These analyses indicated that both the number and percentage of each candidate peptide that in is the “double positive” quadrant varies significantly with the allele and algorithm. For example, DR1 has the highest fraction of double positive peptides chosen by NetMHCII (16 out of 30 total positives or 53%), most notably the four highly dominant peptides, recruiting more than 400 cells per million CD4 T cells and estimated to be of very high affinity. These true positive peptides were offset by a total of 61 false positive peptides. DR4 had only one peptide that was both predicted and found empirically, while I-Ab has none. The range for Consensus ranged from 25%–41% true positives, depending on the allele, and between 19–27 peptides predicted but not found, with DR1 having three peptides that were highly ranked and found to be immunodominant. In all cases, although the algorithms selected some epitopes, there were many epitopes that were not predicted to be MHC binding peptides by either algorithm and many peptides that were predicted to be binders that were not CD4 epitopes.
Because some cellular proteins have preferential access to the MHC class II presentation pathway (39, 72–74), we analyzed the individual peptide epitopes for each viral protein separately to determine if algorithm performance varied among the proteins examined. Supplemental Figures 1 and 2 show the results of these analyses for the three alleles analyzed and the predictions made by NetMHCII and Consensus. Although there were not striking disparities between predicted vs. true epitopes, two rather consistent trends were noted. First, NetMHCII predictions for NS1, M1 and NP appeared to have a somewhat higher “hit rate” across alleles and fewer false positives. For example, for DR1, 11 NS1-derived peptides were predicted to be high affinity binders and of these, 6 of these were true epitopes. Secondly, we noted that epitopes within HA seemed to have an opposite pattern, where 30 peptides were predicted to be high affinity binders to this allele, but only 8 of these were true epitopes. Suppl. Figure 2 shows a similar type of analysis performed using the Consensus method. By the nature of the scoring for this algorithm, all protein/allele combinations will have similar numbers of peptides that fall above and below any cutoff, independently of whether they are truly high affinity binders. Using a 10% cutoff as a “prescreen” would have indeed allowed identification of some of the major epitopes that were recognized by CD4 T cells after influenza infection. In the case of DR1 of the 25 major epitopes, only 6 were identified to be in the top 10% rank, 2 in NS1 and 2 in M1. For DR4, of the 8 major epitopes, only 3 were identified as strong binders and they were all in NP. For I-Ab, there were 11 immunodominant epitopes, and of these, 3 epitopes were within the top 10% predicted and two were in NP.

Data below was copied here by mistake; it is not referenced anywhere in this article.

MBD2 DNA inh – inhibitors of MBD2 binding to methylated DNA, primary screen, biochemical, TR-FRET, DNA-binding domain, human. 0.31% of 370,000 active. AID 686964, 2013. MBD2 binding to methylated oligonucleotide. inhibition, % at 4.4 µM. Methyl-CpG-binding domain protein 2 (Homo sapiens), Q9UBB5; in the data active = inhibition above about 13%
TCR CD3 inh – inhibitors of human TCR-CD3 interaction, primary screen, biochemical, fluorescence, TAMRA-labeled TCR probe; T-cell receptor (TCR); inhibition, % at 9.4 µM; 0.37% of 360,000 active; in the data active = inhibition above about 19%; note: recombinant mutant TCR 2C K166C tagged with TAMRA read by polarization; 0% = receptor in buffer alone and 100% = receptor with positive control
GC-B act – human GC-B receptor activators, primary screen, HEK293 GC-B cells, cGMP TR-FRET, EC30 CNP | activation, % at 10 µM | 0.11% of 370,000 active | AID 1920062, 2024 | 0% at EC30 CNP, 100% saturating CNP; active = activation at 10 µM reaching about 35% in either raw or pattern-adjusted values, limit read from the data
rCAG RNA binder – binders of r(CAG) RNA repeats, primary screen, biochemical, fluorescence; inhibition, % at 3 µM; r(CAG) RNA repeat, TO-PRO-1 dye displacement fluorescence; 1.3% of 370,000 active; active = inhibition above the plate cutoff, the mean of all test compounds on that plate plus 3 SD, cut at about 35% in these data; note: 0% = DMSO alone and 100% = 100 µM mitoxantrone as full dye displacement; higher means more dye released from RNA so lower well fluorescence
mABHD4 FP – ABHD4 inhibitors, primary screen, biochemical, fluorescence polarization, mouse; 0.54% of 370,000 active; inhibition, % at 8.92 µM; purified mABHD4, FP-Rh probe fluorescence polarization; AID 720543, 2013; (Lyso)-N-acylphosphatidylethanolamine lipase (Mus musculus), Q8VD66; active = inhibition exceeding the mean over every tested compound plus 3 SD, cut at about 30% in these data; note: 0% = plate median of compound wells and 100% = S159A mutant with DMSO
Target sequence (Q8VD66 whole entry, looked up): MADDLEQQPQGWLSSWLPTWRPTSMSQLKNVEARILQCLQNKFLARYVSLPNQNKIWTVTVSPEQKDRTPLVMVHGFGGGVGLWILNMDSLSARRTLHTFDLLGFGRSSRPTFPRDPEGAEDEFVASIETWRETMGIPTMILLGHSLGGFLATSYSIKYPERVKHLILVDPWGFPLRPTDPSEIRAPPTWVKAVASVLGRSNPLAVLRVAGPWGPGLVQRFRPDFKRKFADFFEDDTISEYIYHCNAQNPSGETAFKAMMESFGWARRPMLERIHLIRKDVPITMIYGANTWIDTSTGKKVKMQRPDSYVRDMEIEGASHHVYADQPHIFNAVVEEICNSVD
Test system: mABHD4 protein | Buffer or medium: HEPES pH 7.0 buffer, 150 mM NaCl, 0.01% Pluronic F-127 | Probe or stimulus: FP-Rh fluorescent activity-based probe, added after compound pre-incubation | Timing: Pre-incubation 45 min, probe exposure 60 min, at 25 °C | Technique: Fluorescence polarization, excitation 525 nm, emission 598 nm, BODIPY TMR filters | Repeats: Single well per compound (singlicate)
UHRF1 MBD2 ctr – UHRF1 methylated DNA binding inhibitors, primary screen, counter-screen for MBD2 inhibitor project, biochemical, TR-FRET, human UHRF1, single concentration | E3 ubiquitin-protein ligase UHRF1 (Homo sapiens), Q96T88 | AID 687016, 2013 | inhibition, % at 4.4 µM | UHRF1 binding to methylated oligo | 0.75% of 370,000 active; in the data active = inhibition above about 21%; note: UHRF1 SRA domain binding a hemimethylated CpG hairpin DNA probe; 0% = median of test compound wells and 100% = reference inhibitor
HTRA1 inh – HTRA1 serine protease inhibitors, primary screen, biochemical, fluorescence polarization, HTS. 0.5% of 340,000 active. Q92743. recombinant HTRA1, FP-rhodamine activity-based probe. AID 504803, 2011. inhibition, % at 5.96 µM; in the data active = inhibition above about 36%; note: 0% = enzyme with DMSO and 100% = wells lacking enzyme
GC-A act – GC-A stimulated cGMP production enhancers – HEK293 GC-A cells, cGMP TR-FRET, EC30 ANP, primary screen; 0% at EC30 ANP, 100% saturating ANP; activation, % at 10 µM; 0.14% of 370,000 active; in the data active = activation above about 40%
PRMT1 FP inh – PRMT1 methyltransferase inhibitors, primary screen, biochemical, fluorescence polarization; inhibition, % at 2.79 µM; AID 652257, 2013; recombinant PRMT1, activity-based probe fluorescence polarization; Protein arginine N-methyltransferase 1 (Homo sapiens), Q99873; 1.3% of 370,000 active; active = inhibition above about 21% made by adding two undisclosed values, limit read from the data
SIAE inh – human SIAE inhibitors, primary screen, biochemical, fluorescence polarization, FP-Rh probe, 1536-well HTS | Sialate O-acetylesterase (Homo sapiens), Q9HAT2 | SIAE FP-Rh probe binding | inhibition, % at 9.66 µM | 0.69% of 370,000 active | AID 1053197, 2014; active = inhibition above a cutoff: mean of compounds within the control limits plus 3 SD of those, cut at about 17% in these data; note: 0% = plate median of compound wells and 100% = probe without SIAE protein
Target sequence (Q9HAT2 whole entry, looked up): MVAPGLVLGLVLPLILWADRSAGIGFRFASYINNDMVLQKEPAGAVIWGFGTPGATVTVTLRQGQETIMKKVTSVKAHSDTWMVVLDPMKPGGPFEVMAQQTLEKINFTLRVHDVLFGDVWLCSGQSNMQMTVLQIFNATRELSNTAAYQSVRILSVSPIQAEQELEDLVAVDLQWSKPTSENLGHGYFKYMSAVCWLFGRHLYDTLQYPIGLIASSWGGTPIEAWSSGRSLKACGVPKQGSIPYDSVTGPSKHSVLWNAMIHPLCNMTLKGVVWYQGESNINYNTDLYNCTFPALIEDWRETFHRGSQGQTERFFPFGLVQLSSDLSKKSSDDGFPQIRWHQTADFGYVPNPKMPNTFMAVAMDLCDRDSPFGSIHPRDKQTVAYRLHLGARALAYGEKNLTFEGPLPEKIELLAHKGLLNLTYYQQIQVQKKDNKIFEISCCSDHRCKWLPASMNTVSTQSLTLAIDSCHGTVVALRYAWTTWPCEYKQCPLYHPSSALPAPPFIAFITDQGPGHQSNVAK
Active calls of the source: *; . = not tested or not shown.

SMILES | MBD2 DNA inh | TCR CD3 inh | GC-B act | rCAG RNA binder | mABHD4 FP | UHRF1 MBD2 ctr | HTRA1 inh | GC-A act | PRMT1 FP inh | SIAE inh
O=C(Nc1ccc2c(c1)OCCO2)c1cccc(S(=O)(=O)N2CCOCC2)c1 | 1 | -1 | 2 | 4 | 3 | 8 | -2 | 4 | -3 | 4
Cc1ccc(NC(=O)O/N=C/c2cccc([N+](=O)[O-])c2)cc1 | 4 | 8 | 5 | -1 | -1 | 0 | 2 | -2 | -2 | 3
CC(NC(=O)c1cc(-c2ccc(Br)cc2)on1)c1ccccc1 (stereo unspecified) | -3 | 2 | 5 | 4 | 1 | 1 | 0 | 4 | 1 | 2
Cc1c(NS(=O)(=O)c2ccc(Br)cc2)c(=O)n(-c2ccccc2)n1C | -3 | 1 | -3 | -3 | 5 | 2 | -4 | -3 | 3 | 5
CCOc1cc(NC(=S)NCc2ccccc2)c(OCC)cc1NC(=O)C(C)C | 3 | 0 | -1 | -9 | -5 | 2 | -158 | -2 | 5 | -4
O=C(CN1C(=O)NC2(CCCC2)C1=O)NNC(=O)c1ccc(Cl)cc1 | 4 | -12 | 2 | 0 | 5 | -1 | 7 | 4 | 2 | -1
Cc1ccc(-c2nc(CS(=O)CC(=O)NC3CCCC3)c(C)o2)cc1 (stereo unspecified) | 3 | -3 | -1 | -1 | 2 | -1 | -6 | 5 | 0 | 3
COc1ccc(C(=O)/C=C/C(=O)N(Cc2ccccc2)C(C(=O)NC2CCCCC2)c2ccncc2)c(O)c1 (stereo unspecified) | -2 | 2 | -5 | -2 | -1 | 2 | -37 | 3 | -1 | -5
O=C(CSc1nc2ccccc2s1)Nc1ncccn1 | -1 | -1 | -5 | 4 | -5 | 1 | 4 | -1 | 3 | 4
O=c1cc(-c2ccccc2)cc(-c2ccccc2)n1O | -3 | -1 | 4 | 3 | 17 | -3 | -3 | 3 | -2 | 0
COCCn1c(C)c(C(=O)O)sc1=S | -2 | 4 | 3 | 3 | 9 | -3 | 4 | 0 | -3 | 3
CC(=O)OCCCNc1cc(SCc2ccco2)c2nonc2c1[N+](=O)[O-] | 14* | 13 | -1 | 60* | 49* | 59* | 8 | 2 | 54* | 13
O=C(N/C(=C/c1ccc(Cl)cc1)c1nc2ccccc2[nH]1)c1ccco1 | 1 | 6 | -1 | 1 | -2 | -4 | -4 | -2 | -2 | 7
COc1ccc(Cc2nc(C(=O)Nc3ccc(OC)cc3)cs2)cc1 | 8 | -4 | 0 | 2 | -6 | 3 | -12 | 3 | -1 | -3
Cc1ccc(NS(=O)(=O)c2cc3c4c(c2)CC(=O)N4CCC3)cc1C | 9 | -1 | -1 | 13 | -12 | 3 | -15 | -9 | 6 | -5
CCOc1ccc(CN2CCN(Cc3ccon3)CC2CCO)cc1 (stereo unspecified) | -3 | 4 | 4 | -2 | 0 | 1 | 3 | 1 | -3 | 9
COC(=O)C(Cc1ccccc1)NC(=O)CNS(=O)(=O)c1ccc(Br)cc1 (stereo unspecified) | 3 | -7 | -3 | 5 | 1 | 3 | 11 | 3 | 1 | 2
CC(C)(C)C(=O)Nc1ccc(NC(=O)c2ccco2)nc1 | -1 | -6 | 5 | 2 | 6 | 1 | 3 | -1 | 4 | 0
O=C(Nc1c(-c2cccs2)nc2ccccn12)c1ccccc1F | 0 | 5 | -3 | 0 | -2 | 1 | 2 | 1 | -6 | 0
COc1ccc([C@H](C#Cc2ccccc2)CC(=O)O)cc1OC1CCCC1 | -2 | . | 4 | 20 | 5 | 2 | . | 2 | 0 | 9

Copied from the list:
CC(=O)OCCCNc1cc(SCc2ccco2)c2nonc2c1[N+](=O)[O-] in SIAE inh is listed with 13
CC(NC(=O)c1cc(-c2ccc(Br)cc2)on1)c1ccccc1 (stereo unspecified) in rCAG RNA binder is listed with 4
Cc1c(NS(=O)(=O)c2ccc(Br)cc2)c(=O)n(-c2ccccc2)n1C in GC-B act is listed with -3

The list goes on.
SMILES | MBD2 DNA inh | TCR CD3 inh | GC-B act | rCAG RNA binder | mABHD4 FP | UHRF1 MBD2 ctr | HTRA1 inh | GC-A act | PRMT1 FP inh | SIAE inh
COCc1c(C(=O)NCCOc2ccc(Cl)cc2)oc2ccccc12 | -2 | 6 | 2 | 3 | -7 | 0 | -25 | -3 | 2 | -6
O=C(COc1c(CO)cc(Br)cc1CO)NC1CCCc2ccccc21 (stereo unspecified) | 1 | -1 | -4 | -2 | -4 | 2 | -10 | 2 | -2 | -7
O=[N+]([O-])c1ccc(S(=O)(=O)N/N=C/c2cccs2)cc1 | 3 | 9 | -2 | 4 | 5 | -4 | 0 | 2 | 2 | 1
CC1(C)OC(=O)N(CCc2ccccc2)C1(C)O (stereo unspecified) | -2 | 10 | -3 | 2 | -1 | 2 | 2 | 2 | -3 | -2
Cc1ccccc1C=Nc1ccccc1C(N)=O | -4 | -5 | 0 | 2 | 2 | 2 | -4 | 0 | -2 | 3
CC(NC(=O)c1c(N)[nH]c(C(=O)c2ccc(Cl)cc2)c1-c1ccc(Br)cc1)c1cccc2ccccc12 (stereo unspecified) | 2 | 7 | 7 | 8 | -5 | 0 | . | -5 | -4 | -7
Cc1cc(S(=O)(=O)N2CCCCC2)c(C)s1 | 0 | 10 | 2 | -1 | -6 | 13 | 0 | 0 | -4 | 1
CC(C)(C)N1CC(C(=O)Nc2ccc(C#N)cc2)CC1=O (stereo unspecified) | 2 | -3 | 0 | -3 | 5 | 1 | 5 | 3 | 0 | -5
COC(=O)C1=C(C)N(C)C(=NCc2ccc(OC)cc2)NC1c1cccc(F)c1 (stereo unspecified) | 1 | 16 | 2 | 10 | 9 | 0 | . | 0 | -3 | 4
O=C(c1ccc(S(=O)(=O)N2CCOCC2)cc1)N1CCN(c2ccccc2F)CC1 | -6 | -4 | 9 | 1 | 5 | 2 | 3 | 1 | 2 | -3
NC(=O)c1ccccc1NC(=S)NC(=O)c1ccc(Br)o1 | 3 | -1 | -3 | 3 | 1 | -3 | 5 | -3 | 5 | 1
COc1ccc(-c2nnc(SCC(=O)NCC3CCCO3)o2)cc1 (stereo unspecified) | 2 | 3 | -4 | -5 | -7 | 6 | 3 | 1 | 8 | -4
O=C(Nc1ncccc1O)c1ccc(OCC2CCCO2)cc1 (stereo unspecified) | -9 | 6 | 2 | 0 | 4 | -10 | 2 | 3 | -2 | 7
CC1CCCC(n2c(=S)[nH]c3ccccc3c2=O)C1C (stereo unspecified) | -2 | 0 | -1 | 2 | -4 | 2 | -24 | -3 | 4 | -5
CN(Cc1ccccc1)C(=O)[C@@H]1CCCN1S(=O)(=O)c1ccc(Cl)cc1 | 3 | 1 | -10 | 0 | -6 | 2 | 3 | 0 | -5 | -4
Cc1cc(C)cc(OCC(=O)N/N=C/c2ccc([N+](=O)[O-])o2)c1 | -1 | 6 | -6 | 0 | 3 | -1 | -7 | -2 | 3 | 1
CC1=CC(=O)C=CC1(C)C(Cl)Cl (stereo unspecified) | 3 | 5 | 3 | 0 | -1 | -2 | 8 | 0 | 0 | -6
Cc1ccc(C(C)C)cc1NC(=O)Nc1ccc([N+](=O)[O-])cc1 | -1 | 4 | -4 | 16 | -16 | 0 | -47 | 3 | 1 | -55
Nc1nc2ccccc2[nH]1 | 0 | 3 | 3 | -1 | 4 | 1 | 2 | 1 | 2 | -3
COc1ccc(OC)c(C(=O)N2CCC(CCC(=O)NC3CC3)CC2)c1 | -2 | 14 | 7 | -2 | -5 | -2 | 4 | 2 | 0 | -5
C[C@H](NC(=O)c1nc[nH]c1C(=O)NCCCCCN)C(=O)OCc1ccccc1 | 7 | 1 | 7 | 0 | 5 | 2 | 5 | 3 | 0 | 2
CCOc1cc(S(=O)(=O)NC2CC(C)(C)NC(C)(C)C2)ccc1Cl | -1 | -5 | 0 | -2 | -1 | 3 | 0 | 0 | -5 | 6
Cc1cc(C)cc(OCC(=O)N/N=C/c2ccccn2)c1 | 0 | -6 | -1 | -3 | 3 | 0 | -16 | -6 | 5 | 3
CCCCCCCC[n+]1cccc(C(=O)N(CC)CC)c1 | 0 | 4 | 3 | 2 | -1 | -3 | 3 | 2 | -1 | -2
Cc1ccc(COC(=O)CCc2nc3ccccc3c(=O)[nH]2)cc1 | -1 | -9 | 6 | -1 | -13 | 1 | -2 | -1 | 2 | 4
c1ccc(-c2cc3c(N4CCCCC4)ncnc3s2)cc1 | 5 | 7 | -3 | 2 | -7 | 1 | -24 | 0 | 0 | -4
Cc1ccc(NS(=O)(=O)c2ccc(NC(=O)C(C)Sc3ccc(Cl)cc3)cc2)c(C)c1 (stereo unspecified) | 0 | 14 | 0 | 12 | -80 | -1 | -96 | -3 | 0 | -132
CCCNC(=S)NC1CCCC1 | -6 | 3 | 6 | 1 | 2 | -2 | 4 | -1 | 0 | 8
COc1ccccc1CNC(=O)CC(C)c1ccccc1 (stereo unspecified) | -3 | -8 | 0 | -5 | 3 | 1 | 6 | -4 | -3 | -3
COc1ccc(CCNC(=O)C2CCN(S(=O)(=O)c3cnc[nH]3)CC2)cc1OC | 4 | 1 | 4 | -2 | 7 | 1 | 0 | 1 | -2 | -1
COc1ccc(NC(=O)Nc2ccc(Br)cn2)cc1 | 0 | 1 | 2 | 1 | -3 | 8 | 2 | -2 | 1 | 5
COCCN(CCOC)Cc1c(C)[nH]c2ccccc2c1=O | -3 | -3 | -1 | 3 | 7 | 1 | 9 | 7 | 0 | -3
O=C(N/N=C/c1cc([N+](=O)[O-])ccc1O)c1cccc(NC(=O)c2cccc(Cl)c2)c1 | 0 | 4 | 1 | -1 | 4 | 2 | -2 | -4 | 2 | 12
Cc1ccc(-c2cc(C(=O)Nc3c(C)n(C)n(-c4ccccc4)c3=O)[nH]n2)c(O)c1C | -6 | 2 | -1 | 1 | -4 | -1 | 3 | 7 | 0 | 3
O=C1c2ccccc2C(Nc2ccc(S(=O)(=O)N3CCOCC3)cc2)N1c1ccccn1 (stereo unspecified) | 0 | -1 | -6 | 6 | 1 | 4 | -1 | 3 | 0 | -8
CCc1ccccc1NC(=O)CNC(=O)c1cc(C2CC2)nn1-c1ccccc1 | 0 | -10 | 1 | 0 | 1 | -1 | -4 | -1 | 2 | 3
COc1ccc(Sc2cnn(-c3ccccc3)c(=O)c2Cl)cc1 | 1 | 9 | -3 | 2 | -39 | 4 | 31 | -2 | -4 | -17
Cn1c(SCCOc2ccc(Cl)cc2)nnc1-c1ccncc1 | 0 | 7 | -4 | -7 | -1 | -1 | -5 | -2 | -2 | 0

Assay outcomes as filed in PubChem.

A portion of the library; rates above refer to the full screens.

The relationship between cutoff choices for selection of peptides compared to the yield of actual epitopes for both algorithms is most readily seen in Figure 3, that represents each peptide contained in the tested proteome plotted in order of decreasing predicted binding affinity or rank by NetMHCII and Consensus, respectively, with two potential cutoffs shown, corresponding to IC50 values of 50nM or 500nM for NetMHC2.2 and 10% or 20% predicted top binders for Consensus. From this analysis, several conclusions were made. First, the epitopes identified empirically through functional studies are mostly contained within the top 50% of the 332 peptides scored. This indicates that the actual epitopes recognized by CD4 T cells are enriched in the high scoring group of peptides. Second, although there is clustering of epitopes in this top half of the peptides, the most robust CD4 T cell specificities are not clustered within the highest of the predicted affinities. This is particularly apparent for the human DR4 molecule. Thus, although this type of display allows use of algorithms to select peptides, the “cutoff” for selection of peptides for further confirmation needs to be generous if it is hoped to capture the most dominant of epitopes with the candidate peptides. Finally, using NetMHCII, the ranking of affinity vs. response is different for each allele, so selection of a consistently appropriate cutoff may be difficult. For example, for DR1, the use of a 50nM predicted affinity cutoff would select approximately 80 out of 332 peptides and would have successfully identified 30% of the true epitopes, including the three most immunodominant. The same predicted affinity for DR4 would select for less than 15 peptides and only 4 epitopes, none of which are the most immunodominant. For the DR4 allele, the 500nM cutoff would be more effective. For I-Ab, the 50 nM cutoff would select only 2 peptides, of which none of the 11 major epitopes would be found and here the lower threshold of 500nM would be more effective. Thus, the algorithms do not perform equivalently for all alleles, in terms of epitopes “captured” at any given cutoff. The bottom panel of Figure 3 shows Consensus prediction, where the peptides are simply ranked. Consensus was the most successful for I-Ab where most of the peptide epitopes would have been identified with the 20% cutoff and many identified even with the 10% cutoff. Finally, although the identified epitopes are generally within the top third, even the lowest ranked peptides contain some epitopes. In conclusion, both methods facilitated identification of epitopes and if only a few epitopes are needed, a very stringent cutoff will select a subset of peptides that contains at least a few epitopes, but many epitopes, including major immunodominant epitopes will be missed.